The Innovative Design Protection and Piracy Prevention ActSusan Scafidi in The Moderate Voice (blog), October 12, 2010
That’s the name of a bill that would extend copyright to fashion. Law professor Susan Scafidi, who helped to draft the bill, did a nice job defending it on On The Media. Here she explains some of the ways it differs from copyright laws protecting music and movies:
One is the very short three-year duration. The other is that it only protects things that are substantially identical to the original. So if you copyright a book, you also have rights to the movie. If you protect a fashion design via the new bill, all you have rights to are that design, and anything that has no more than merely trivial changes.
The reason why the standard is substantially identical and not absolutely line-for-line and stitch-for-stitch identical is that in the process of making cheaper copies, little cut corners creep in. So the idea is to capture something that won’t have major loopholes in it, but will protect really just the exact design.
There is no copyright protection for fashion in the U.S. OTM had no guest providing a contrary view. Surprising. The bill was introduced by Chuck Schumer on August 5. Ezra Klein had a piece in Newsweek later that month arguing against the bill. He answered Scafidi with Jennifer Jenkins, an intellectual-property expert at Duke:
“In fashion, copying has benefits,” she argues. First, knockoffs make designs trendy, and that increases the value of the original, and thus the incentives for designers to innovate. Second, it makes them affordable, so more people can wear them. Vera Wang and Allen Schwartz aren’t selling to the same crowds, and there are a lot more people shopping at discount stores than at designer boutiques (which is why many designers are now licensing their names to retail outlets like Target). And third, it speeds up innovation, as fashion designers have to keep churning out new products to stay ahead of the copycats. …
Too often, copyrights are used not to protect consumers by making sure they have access to new products, but to protect the profits of producers. It’s no coincidence that the rise of the Internet—which led to an explosion of low-cost distribution networks, new forms of competition, and unexpected types of innovation—has also led to calls for new and stronger forms of intellectual protection.
Consumers assume this is all for them, as that’s what they’ve been told. But it isn’t. There’s a reason we’re skeptical of monopolies, and we shouldn’t forget that even when they’re dressed up as “copyrights.”
Techdirt’s Mike Masnick reminds us why the fashion industry has thrived without copyright. He goes on to quote Johanna Blakley on some of The Many Ways In Which Fashion Copyrights Will Harm The Fashion Industry:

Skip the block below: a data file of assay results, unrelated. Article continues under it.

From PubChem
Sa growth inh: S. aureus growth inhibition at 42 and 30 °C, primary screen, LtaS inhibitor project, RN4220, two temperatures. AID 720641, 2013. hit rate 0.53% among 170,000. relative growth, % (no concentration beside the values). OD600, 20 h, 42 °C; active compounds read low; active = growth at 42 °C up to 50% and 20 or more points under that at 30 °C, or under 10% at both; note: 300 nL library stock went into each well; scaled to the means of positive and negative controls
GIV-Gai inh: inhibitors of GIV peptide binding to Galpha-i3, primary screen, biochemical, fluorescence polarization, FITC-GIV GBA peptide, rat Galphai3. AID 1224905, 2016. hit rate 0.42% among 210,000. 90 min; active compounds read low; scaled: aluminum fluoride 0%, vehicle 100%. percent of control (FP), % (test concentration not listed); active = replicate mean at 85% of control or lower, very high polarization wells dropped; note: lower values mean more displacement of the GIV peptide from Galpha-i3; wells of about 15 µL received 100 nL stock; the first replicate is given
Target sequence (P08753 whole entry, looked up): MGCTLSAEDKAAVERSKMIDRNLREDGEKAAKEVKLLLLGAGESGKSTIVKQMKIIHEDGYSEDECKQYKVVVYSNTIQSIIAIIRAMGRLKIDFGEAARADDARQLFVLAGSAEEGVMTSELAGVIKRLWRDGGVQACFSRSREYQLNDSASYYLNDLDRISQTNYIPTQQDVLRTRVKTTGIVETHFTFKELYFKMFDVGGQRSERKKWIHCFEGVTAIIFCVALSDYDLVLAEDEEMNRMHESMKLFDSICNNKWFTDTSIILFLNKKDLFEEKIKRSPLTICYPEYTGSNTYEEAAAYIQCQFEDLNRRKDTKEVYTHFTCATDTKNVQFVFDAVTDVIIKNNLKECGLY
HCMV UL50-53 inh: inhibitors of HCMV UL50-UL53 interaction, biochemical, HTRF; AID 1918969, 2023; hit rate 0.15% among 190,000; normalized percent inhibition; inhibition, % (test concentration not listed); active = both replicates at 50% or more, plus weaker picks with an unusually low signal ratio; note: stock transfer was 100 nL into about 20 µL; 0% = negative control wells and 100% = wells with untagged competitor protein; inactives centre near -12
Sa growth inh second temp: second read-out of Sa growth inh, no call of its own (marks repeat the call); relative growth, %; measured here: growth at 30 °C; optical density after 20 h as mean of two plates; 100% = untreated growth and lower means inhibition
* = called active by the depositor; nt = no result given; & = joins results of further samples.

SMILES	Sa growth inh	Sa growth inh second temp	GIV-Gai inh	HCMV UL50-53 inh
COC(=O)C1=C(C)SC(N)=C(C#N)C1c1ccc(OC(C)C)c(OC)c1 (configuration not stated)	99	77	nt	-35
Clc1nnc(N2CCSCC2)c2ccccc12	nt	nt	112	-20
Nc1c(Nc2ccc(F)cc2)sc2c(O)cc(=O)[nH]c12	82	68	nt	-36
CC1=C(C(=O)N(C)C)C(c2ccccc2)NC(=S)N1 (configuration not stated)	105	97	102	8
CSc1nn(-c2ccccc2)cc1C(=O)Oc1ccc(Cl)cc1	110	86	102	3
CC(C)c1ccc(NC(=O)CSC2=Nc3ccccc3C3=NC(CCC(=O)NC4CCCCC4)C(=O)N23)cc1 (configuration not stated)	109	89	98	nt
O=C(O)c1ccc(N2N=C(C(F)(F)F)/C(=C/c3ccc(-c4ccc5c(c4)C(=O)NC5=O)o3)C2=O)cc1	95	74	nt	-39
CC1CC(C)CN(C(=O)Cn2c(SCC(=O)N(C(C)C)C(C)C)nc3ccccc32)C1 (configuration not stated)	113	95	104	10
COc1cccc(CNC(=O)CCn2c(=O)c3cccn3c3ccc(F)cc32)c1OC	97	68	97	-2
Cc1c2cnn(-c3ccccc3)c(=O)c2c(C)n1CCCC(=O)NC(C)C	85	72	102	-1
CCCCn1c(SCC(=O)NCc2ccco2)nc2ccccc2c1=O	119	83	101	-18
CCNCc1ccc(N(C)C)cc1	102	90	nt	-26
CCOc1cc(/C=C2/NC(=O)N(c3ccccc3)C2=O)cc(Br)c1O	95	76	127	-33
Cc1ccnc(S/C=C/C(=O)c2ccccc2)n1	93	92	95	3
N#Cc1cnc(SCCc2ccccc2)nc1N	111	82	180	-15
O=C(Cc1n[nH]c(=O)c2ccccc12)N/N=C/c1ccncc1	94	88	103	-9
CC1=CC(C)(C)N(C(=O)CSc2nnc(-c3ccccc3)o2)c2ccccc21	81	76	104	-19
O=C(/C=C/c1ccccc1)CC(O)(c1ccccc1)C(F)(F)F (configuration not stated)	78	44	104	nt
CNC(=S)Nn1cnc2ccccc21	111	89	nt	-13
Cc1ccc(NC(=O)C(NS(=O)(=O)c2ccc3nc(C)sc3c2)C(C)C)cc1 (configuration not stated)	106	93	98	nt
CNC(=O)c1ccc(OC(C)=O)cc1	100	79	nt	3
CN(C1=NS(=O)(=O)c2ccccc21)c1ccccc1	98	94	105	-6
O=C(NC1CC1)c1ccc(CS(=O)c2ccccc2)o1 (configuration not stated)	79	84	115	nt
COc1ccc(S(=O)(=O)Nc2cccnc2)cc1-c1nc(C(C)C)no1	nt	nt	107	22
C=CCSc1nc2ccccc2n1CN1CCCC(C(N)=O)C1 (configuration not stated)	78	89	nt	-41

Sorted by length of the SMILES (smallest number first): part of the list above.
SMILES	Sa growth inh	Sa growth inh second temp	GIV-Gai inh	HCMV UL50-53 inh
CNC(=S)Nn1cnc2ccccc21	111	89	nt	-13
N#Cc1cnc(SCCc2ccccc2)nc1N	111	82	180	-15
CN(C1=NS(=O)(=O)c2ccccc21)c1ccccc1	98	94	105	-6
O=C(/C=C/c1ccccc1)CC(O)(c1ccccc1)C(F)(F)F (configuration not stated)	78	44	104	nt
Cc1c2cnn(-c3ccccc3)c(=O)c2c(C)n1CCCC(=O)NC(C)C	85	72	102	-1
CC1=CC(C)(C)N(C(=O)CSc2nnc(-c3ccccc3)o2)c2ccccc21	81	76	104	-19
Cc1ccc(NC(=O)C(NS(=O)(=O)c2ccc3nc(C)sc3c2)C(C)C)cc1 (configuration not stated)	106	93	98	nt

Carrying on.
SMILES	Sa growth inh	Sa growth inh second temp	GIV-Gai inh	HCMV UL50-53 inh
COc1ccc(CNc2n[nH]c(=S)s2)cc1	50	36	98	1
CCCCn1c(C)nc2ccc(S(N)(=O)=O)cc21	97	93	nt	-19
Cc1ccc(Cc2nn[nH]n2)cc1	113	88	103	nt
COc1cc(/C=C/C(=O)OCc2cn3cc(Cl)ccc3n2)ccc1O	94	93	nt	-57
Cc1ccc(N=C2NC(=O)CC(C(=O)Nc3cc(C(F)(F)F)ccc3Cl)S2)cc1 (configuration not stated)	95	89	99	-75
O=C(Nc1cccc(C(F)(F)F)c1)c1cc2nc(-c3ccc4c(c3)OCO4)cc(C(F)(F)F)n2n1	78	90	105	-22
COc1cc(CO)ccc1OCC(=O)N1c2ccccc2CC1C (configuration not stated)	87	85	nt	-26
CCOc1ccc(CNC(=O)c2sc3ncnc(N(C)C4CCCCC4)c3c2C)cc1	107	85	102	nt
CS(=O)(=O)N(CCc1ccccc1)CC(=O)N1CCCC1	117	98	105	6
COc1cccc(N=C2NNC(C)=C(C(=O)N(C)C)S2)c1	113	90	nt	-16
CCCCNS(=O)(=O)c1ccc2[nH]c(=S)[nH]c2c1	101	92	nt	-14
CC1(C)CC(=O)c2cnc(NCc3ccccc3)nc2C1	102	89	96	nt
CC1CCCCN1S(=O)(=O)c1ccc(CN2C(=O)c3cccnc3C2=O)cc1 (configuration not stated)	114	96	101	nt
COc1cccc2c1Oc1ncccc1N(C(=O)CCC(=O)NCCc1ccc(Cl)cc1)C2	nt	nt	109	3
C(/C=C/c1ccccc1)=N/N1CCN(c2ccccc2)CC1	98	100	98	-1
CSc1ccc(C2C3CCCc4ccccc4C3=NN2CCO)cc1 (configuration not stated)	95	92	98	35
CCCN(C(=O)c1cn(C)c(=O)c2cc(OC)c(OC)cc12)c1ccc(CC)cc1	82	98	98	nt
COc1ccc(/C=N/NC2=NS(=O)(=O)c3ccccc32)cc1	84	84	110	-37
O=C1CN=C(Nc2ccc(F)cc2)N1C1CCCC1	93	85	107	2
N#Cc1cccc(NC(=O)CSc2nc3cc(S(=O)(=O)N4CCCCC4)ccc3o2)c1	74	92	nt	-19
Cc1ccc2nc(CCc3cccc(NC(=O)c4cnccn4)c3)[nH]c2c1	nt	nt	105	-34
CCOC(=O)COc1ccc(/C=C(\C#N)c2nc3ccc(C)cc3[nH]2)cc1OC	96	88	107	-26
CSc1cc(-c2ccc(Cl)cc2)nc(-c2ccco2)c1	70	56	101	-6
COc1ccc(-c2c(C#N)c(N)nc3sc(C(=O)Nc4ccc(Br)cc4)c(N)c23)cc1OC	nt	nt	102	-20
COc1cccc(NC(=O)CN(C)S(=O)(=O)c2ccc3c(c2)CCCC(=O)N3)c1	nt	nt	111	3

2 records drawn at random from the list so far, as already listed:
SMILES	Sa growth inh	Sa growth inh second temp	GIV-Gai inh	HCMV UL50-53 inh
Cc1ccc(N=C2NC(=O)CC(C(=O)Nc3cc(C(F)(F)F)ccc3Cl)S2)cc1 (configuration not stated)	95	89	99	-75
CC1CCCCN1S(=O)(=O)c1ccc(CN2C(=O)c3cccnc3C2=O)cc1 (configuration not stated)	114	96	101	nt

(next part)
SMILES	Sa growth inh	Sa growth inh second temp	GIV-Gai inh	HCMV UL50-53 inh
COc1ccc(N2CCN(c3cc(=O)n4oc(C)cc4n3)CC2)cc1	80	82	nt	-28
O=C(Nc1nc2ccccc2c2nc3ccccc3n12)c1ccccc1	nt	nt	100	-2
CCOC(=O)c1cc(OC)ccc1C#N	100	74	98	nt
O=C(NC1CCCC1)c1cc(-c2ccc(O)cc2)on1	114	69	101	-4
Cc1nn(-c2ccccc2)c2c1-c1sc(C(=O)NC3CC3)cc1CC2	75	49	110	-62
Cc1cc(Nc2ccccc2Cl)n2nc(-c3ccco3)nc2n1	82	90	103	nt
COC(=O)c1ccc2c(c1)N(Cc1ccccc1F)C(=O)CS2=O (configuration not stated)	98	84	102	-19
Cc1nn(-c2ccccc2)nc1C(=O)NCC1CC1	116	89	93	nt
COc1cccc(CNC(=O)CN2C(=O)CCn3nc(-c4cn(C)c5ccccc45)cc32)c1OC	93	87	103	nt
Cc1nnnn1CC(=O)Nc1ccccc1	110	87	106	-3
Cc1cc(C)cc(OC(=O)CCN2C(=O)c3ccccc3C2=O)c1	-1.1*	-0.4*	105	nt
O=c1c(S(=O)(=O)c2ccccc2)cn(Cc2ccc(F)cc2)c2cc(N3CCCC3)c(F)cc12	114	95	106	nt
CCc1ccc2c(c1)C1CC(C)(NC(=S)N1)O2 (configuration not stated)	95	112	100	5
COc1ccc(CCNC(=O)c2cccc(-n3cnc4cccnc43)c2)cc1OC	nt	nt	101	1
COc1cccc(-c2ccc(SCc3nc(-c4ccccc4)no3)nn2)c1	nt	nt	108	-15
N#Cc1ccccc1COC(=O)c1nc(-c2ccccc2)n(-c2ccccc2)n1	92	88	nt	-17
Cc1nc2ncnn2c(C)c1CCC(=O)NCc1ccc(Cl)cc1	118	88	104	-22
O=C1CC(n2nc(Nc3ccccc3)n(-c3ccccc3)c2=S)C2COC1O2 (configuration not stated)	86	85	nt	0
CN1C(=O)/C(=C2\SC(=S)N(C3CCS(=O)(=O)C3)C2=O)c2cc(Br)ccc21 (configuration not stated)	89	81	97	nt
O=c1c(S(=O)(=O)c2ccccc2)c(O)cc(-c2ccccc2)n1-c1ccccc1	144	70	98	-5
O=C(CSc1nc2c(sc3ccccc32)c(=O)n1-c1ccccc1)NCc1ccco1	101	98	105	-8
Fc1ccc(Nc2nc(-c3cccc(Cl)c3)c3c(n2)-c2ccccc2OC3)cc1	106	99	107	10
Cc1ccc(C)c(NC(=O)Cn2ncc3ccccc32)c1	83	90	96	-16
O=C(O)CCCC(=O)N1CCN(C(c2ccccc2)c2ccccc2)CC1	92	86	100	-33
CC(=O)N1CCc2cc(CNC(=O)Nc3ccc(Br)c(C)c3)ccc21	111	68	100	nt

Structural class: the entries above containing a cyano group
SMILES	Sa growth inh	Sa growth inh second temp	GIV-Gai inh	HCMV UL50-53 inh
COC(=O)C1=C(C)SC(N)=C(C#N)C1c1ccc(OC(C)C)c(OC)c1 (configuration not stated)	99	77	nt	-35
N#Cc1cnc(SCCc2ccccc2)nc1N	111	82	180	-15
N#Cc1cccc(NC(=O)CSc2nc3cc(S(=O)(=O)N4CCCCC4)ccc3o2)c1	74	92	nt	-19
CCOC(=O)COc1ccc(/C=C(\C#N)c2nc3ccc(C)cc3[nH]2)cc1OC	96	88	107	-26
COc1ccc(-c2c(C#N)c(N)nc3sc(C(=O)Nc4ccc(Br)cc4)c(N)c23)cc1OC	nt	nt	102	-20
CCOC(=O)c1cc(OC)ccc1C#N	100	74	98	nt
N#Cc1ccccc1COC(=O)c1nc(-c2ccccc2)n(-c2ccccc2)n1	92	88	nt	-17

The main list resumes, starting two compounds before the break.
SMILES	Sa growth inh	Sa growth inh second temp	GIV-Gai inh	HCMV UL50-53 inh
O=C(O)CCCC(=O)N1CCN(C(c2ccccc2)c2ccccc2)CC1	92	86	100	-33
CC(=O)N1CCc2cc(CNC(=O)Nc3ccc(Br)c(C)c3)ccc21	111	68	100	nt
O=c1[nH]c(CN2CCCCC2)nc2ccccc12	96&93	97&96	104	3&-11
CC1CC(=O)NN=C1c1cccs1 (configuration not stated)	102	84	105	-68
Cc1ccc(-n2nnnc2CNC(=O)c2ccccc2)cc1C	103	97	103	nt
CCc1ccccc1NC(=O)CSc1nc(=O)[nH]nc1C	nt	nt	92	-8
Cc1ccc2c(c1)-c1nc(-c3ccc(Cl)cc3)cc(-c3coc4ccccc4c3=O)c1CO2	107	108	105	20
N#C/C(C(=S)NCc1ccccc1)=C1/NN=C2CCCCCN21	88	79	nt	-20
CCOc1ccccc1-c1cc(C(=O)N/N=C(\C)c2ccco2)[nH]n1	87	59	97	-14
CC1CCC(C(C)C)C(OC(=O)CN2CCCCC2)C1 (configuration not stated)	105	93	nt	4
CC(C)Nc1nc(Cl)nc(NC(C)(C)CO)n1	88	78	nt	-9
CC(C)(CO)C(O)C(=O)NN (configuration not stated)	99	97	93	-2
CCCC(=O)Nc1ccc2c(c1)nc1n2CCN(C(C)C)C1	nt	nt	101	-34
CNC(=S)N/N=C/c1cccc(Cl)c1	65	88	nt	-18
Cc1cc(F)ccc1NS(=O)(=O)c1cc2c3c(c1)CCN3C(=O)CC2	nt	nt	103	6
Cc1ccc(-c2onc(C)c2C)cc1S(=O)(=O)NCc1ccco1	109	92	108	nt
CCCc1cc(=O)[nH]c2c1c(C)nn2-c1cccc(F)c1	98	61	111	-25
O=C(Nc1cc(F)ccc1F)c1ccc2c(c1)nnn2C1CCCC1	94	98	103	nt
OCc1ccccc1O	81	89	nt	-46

Right now, designers pore over vintage magazines and patterns and visit museum archives in order to find inspiration for the next season’s look, cherry picking design elements that feel fresh and in line with the current zeitgeist. It’s a refreshingly open process unhindered by legal consultations. Those archives could become battlefields where litigants try to find evidence to support their assertion that a design is or is not unique. The geeky librarian in me is worried that some powerful people may attempt to limit access to particularly rich collections of design history and some unscrupulous types may destroy or hide rare materials that prove that their new design isn’t as unique as they claim.
The scope of items that the bill intends to protect is larger than you probably think. It’s not just ornate red carpet gowns: it also includes coats, gloves, shoes, hats, purses, wallets, duffel bags, suitcases, tote bags, belts, eyeglass frames and underwear. I can only imagine the lengths to which some companies with deep pockets will go to lay claim to an exclusive right to an iconic popular design.
The sad thing is that just about everyone will suffer (well, except for lawyers). Consumers will pay higher prices (someone has to pay those legal fees) and they won’t have the same access to the plethora of knock-offs that allow them to participate in global fashion trends without paying aristocratic prices. Designers who can’t afford legal counsel will worry about being accused of copying and they probably won’t be able to sue if someone copies them because, well, litigation is expensive.
For more, Kal Raustiala and Christopher Sprigman are professors of law at the University of California, Los Angeles, and the University of Virginia, respectively, writing in the NYTimes on Why Imitation Is the Sincerest Form of Fashion. Overlawyered looks at design “knockoff” legislation here, here, and here.
Three years sounds so innocent. But it’s worth remembering the original copyright law, in 1790, was for 14 years with the option of one 14 year renewal (and it was optional, requiring notice upon first publication to gain coverage). Today it is the life of the author plus 70 years. The steep increase in the length of copyright terms came at the end of the twentieth century. How long do we honestly believe that 3 year limit on fashion copyright would last?